Full text: Brief von Tibor Scitovsky an Josef Steindl

The London School of Economics and Political Science 
(University of London) 
Houghton Street, 
London, WC2A 2AE 
Telephone: 01-405 7686 
21 December 1977 
Dear Josef, 
I am glad my p$one call cheered you up. That, in any case, is a more 
important function of the telephone than the exchange of information. 
I am very sorry, however, that you should have been so disappointed by 
Michael Harrington's book, because in that case you will be even more 
disappointed by the Bresson book. I thought we agreed in our disappointment 
by the highly polished and technical writings of most of the establishment 
economists; but the alternative to those, unfortunately, is not equally 
well written and thought out but original and imaginative writings but 
something much more humble and meagre. Namely, a good idea or two buried 
in a morass of irrelevance or downright confusion, from the midst of which 
those few good things have to be dug up like truffles. 
Since I phoned you, I have read further in Bresson and liked it less 
and less; but once I promised you the book, I sent it anyhow, with no 
obligation on your part, of course, even to look at it. To me it seemed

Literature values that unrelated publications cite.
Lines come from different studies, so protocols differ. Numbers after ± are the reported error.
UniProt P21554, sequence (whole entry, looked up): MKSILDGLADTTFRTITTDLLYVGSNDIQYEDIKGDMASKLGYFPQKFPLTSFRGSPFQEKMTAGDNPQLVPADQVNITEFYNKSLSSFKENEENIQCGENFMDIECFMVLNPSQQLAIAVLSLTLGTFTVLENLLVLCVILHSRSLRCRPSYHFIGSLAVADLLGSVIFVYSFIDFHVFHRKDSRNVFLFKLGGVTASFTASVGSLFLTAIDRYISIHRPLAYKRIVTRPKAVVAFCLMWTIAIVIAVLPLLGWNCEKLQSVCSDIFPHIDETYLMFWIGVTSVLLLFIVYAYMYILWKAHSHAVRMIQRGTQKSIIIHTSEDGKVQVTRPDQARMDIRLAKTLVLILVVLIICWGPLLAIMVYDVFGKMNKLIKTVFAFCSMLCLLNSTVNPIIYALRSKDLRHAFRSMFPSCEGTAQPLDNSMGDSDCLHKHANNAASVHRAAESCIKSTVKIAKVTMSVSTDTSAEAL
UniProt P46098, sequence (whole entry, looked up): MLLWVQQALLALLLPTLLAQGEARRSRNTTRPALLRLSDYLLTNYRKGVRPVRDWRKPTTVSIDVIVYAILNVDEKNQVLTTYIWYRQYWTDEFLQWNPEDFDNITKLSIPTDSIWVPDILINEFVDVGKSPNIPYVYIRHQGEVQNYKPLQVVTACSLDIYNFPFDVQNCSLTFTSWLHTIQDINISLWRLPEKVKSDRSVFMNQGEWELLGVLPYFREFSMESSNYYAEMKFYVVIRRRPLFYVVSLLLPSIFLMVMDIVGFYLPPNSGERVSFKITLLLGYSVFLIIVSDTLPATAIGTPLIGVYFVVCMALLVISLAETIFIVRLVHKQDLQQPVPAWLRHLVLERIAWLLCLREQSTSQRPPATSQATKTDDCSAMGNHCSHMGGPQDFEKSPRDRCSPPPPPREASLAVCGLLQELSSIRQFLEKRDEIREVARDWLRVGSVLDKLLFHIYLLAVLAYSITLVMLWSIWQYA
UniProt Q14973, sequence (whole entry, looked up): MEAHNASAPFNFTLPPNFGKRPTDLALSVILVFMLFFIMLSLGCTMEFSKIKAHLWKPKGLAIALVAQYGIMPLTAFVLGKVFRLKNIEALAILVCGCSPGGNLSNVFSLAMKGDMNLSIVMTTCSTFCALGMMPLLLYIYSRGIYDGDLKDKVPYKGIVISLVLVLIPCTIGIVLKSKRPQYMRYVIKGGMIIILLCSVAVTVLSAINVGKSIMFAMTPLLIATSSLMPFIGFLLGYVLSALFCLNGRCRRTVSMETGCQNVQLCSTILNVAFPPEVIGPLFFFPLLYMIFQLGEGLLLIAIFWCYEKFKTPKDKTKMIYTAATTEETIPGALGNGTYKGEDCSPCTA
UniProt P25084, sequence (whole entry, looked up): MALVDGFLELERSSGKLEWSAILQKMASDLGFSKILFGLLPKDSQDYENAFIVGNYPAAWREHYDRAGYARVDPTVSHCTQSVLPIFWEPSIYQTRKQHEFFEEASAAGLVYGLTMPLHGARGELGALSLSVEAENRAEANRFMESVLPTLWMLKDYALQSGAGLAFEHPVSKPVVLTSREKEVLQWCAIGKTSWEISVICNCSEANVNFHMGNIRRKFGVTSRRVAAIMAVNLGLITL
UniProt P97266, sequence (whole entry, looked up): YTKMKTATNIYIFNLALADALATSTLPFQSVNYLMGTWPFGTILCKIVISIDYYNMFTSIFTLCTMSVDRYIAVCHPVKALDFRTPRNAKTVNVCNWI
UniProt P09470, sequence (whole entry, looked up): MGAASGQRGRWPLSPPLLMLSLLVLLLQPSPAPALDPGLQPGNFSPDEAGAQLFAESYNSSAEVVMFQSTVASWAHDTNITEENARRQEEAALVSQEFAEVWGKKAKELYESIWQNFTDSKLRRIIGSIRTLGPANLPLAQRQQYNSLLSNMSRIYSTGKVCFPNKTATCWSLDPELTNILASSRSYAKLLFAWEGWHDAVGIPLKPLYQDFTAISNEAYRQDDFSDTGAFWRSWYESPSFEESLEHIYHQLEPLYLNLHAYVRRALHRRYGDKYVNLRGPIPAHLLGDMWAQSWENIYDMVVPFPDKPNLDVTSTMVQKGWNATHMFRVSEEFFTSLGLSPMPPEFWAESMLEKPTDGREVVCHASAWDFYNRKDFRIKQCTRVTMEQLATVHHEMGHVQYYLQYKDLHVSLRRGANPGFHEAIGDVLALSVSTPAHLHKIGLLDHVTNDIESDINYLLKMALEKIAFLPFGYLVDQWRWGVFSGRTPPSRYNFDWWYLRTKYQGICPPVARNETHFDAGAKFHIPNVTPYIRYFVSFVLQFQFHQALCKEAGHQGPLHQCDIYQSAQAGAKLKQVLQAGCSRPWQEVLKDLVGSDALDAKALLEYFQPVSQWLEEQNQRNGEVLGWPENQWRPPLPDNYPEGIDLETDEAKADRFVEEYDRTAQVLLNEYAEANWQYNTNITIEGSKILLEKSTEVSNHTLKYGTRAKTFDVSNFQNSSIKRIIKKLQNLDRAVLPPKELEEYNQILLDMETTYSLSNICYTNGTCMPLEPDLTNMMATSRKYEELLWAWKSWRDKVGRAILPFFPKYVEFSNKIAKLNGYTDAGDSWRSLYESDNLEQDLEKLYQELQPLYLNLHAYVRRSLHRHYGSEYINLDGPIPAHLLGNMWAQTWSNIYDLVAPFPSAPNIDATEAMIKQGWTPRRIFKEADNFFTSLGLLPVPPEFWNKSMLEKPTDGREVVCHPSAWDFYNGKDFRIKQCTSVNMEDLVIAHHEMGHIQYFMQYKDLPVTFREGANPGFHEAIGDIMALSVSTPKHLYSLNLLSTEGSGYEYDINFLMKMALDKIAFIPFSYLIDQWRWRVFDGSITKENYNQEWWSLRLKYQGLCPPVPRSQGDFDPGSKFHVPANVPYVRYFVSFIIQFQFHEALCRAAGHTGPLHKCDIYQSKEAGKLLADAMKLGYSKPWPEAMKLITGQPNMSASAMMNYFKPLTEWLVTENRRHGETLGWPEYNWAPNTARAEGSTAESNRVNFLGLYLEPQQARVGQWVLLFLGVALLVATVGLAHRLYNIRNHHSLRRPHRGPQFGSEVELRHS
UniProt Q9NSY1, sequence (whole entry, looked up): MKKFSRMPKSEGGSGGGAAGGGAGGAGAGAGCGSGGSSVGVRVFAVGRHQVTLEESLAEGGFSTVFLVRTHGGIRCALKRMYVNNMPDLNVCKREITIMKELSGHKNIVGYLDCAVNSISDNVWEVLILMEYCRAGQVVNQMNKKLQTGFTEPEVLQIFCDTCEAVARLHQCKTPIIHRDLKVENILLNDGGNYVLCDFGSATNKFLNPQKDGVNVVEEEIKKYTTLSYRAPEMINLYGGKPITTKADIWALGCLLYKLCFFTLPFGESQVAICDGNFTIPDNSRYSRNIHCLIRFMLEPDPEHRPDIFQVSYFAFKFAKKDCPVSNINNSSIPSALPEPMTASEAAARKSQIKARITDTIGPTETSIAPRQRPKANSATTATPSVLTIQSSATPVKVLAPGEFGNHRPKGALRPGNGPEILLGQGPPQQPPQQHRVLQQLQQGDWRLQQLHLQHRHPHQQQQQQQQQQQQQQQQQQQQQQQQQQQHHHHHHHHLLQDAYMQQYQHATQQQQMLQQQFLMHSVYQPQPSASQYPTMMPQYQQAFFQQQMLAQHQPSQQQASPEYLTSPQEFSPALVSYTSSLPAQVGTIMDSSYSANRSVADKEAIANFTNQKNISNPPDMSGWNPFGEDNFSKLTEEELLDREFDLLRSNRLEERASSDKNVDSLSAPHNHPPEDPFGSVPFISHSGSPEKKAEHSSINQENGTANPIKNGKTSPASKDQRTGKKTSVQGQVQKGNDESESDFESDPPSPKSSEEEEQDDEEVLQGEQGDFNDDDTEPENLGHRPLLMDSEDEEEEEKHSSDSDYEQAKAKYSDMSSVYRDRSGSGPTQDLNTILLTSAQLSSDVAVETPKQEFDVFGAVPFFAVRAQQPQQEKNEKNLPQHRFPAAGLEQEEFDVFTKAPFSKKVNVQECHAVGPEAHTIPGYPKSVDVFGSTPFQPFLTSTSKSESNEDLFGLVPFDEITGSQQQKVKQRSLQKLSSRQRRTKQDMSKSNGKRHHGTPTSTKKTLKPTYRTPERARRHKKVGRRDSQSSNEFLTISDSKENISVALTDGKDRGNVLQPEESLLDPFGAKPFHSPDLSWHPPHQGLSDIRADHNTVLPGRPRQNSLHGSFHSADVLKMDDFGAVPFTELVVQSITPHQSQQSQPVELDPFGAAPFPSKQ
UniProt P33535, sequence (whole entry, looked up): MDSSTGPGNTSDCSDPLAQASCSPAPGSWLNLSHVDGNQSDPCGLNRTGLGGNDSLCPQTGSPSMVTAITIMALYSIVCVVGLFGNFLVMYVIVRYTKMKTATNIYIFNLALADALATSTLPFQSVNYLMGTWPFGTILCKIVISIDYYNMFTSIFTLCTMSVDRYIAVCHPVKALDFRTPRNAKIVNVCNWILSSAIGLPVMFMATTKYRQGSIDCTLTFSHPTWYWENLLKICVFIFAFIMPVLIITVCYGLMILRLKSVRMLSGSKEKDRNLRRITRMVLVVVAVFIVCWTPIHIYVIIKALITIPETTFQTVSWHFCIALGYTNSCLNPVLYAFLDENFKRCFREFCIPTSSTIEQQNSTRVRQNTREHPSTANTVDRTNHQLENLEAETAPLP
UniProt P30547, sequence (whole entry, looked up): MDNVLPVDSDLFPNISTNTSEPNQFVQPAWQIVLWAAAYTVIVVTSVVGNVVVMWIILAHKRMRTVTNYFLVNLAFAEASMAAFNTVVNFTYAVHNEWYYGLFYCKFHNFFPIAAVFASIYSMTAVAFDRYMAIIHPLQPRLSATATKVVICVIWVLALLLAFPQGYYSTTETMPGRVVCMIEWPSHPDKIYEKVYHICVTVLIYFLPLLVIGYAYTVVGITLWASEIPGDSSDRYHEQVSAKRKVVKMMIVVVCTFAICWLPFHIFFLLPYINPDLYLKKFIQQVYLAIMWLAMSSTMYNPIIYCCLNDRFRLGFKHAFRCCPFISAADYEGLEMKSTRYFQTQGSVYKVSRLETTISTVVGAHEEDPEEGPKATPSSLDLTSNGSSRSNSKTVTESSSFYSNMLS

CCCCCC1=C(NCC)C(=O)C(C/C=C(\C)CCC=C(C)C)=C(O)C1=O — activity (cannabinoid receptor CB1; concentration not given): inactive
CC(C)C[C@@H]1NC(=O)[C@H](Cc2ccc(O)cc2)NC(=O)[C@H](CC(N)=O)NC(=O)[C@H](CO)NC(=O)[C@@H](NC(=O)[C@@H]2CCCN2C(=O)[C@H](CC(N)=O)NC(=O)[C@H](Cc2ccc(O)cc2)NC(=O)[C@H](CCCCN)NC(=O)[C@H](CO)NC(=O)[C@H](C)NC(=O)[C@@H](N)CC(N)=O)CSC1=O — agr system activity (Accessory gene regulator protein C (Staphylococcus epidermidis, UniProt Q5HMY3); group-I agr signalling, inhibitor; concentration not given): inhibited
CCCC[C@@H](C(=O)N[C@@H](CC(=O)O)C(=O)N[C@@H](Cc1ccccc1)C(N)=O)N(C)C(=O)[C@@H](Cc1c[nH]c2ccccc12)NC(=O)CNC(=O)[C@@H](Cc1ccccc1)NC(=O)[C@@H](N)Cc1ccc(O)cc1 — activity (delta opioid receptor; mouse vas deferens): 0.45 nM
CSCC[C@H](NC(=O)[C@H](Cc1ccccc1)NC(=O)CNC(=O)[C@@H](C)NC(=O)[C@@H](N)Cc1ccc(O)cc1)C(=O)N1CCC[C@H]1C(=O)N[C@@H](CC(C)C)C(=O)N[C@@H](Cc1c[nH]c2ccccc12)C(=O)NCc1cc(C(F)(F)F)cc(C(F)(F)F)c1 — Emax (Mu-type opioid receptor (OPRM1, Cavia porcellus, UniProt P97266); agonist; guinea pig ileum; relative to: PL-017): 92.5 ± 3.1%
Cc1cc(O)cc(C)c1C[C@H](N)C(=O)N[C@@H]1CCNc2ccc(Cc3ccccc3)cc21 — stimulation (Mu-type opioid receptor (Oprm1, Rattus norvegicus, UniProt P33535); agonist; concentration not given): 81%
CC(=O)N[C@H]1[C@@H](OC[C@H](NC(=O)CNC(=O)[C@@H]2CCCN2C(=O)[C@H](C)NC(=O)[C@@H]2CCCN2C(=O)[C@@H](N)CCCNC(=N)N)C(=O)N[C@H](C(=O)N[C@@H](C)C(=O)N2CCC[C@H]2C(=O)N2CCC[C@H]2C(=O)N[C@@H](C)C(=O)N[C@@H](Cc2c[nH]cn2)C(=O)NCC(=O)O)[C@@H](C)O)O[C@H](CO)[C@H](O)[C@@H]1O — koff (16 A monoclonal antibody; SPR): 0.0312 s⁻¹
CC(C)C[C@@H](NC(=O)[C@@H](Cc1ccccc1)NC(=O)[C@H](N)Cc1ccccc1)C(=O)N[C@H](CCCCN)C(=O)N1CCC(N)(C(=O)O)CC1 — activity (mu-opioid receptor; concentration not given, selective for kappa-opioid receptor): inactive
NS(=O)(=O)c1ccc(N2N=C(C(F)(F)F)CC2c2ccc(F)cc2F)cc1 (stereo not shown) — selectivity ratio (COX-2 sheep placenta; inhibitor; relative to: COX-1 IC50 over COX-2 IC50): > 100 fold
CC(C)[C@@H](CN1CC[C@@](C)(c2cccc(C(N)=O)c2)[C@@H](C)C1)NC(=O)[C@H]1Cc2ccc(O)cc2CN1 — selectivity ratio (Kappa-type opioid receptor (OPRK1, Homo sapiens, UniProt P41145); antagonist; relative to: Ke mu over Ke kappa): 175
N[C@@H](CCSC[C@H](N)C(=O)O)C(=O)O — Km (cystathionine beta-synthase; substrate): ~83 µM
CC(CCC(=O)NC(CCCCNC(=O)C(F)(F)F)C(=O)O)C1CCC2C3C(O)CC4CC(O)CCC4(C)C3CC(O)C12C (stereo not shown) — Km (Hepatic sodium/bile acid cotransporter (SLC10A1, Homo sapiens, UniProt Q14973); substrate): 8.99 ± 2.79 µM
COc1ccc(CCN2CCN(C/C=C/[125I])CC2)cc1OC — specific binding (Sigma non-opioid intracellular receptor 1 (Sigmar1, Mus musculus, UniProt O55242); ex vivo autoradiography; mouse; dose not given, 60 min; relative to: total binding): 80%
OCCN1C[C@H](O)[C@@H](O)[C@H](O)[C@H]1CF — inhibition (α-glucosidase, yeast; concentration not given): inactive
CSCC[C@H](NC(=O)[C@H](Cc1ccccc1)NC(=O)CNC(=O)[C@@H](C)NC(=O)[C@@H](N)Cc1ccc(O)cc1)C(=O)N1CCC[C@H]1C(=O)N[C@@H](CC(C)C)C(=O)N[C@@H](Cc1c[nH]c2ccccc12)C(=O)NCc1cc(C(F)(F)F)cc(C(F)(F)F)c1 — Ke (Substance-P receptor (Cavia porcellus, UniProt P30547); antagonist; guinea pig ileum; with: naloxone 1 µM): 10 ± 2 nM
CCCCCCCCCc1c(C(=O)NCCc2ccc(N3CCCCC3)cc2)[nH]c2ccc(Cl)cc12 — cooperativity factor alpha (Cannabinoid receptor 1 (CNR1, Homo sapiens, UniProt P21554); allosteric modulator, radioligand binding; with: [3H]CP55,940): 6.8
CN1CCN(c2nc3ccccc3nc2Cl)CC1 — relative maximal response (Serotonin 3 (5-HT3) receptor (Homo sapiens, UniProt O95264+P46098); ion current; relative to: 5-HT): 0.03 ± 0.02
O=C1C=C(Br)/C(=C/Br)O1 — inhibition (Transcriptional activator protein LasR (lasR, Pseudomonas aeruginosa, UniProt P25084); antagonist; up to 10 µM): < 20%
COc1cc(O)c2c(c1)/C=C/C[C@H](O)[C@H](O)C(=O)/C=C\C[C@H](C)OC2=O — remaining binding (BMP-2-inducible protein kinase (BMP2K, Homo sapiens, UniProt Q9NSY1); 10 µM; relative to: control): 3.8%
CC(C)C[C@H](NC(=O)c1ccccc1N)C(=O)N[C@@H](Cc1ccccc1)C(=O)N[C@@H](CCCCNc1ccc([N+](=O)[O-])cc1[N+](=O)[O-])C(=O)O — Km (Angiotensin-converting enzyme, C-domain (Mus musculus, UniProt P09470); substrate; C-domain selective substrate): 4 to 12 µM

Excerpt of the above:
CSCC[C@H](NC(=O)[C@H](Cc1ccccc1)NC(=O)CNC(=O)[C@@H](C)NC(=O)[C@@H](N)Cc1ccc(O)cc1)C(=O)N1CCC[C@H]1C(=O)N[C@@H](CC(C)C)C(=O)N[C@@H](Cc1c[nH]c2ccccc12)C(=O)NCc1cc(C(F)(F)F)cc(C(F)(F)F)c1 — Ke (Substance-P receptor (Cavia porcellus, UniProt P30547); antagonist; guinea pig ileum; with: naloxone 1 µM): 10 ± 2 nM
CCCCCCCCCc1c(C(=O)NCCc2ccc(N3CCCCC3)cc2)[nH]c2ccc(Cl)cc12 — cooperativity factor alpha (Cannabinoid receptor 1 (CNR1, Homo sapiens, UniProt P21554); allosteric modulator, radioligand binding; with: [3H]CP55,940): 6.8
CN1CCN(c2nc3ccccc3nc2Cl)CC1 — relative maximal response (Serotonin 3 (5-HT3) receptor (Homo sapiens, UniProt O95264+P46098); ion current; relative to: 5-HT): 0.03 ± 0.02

to contain a few good building blocks out of which an able economist could 
write something worth while, though Bresson himself failed to develop them 
and is guilty of an awful lot of sloppiness and even downright confusion. 
As to the Michael Harrin^on book, those bound proofs are my only copy 
and the title page seem to have got lost somewhere on the way. Lafct August 
we had to go back to Stanford to receive our house back from our tenants 
and prepare it for the next tenant; it was during th a t fortnight that I 
sent you the book. I have no judgement on how good or bad the first part 
is; and I agree that the 2nd part is, indeed, on the gossipy side. But 
he presents the thesis that the capitalist system must provide high profits 
to work well; and that as long as you have that system and vait reasonably 
high employment and output, you have no choice but to provide those high 
profits. Britain's troubles seem, to quite an extent, due to rexluctance 
to provide those necessary high profits ; Harrington's discussion of what 
happened in the U.S. is a kind of symmetrical counterpart. 
I will send you a final copy of my paper as soon as the girls in 
the office get around to duplicating it. Surprisingly, or perhaps shockingly, 
that my take quite a lot of time yet. 
^ith all the best, 
Yours ever, 
The London School of Economics and Political Science is incorporated in England as a company limited 
by guarantee under the Companies Acts (Reg. No. 70527) Registered Office as above
	        

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